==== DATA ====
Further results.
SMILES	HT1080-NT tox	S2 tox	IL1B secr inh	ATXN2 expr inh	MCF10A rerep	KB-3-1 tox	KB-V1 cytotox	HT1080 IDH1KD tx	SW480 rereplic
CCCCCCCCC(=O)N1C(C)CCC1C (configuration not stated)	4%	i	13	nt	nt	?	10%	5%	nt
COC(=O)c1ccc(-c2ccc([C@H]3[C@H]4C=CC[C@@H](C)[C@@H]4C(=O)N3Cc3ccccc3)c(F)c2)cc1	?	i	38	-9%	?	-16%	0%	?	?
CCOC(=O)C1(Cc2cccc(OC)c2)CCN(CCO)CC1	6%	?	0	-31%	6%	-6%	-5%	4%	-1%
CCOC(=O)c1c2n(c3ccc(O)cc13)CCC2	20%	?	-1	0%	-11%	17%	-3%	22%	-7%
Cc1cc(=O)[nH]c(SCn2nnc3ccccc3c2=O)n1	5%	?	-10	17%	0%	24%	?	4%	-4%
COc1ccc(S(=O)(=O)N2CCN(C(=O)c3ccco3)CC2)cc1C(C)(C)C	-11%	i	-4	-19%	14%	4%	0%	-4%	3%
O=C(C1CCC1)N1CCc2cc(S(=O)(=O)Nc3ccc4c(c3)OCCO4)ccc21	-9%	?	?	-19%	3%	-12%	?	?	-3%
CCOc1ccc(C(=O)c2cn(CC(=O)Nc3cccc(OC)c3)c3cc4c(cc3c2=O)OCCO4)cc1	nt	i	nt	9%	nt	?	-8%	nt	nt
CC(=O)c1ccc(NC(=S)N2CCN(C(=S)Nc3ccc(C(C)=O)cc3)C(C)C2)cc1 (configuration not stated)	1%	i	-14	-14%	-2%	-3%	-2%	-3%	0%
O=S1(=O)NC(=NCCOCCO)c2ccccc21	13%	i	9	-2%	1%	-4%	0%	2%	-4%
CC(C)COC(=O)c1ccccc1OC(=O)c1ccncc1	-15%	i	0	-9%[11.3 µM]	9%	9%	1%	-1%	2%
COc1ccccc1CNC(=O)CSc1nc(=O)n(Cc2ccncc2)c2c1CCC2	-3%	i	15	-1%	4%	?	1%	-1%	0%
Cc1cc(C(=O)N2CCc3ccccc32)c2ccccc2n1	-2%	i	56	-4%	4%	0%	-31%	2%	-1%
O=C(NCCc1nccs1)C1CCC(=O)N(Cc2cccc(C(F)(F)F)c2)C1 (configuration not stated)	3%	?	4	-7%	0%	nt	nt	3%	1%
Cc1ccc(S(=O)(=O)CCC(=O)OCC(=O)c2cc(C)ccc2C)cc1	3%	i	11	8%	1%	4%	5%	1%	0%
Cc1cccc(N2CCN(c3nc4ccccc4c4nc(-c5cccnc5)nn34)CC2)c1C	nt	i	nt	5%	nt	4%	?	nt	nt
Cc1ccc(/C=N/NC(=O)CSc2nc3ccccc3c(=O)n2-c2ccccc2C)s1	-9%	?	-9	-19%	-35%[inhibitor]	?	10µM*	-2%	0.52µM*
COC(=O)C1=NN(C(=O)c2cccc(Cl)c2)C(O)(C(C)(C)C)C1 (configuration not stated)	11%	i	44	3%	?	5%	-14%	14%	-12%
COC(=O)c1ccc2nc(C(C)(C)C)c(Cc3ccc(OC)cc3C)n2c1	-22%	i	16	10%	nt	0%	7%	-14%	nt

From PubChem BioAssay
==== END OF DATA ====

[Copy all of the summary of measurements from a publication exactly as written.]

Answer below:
Further results.
SMILES	HT1080-NT tox	S2 tox	IL1B secr inh	ATXN2 expr inh	MCF10A rerep	KB-3-1 tox	KB-V1 cytotox	HT1080 IDH1KD tx	SW480 rereplic
CCCCCCCCC(=O)N1C(C)CCC1C (configuration not stated)	4%	i	13	nt	nt	?	10%	5%	nt
COC(=O)c1ccc(-c2ccc([C@H]3[C@H]4C=CC[C@@H](C)[C@@H]4C(=O)N3Cc3ccccc3)c(F)c2)cc1	?	i	38	-9%	?	-16%	0%	?	?
CCOC(=O)C1(Cc2cccc(OC)c2)CCN(CCO)CC1	6%	?	0	-31%	6%	-6%	-5%	4%	-1%
CCOC(=O)c1c2n(c3ccc(O)cc13)CCC2	20%	?	-1	0%	-11%	17%	-3%	22%	-7%
Cc1cc(=O)[nH]c(SCn2nnc3ccccc3c2=O)n1	5%	?	-10	17%	0%	24%	?	4%	-4%
COc1ccc(S(=O)(=O)N2CCN(C(=O)c3ccco3)CC2)cc1C(C)(C)C	-11%	i	-4	-19%	14%	4%	0%	-4%	3%
O=C(C1CCC1)N1CCc2cc(S(=O)(=O)Nc3ccc4c(c3)OCCO4)ccc21	-9%	?	?	-19%	3%	-12%	?	?	-3%
CCOc1ccc(C(=O)c2cn(CC(=O)Nc3cccc(OC)c3)c3cc4c(cc3c2=O)OCCO4)cc1	nt	i	nt	9%	nt	?	-8%	nt	nt
CC(=O)c1ccc(NC(=S)N2CCN(C(=S)Nc3ccc(C(C)=O)cc3)C(C)C2)cc1 (configuration not stated)	1%	i	-14	-14%	-2%	-3%	-2%	-3%	0%
O=S1(=O)NC(=NCCOCCO)c2ccccc21	13%	i	9	-2%	1%	-4%	0%	2%	-4%
CC(C)COC(=O)c1ccccc1OC(=O)c1ccncc1	-15%	i	0	-9%[11.3 µM]	9%	9%	1%	-1%	2%
COc1ccccc1CNC(=O)CSc1nc(=O)n(Cc2ccncc2)c2c1CCC2	-3%	i	15	-1%	4%	?	1%	-1%	0%
Cc1cc(C(=O)N2CCc3ccccc32)c2ccccc2n1	-2%	i	56	-4%	4%	0%	-31%	2%	-1%
O=C(NCCc1nccs1)C1CCC(=O)N(Cc2cccc(C(F)(F)F)c2)C1 (configuration not stated)	3%	?	4	-7%	0%	nt	nt	3%	1%
Cc1ccc(S(=O)(=O)CCC(=O)OCC(=O)c2cc(C)ccc2C)cc1	3%	i	11	8%	1%	4%	5%	1%	0%
Cc1cccc(N2CCN(c3nc4ccccc4c4nc(-c5cccnc5)nn34)CC2)c1C	nt	i	nt	5%	nt	4%	?	nt	nt
Cc1ccc(/C=N/NC(=O)CSc2nc3ccccc3c(=O)n2-c2ccccc2C)s1	-9%	?	-9	-19%	-35%[inhibitor]	?	10µM*	-2%	0.52µM*
COC(=O)C1=NN(C(=O)c2cccc(Cl)c2)C(O)(C(C)(C)C)C1 (configuration not stated)	11%	i	44	3%	?	5%	-14%	14%	-12%
COC(=O)c1ccc2nc(C(C)(C)C)c(Cc3ccc(OC)cc3C)n2c1	-22%	i	16	10%	nt	0%	7%	-14%	nt

From PubChem BioAssay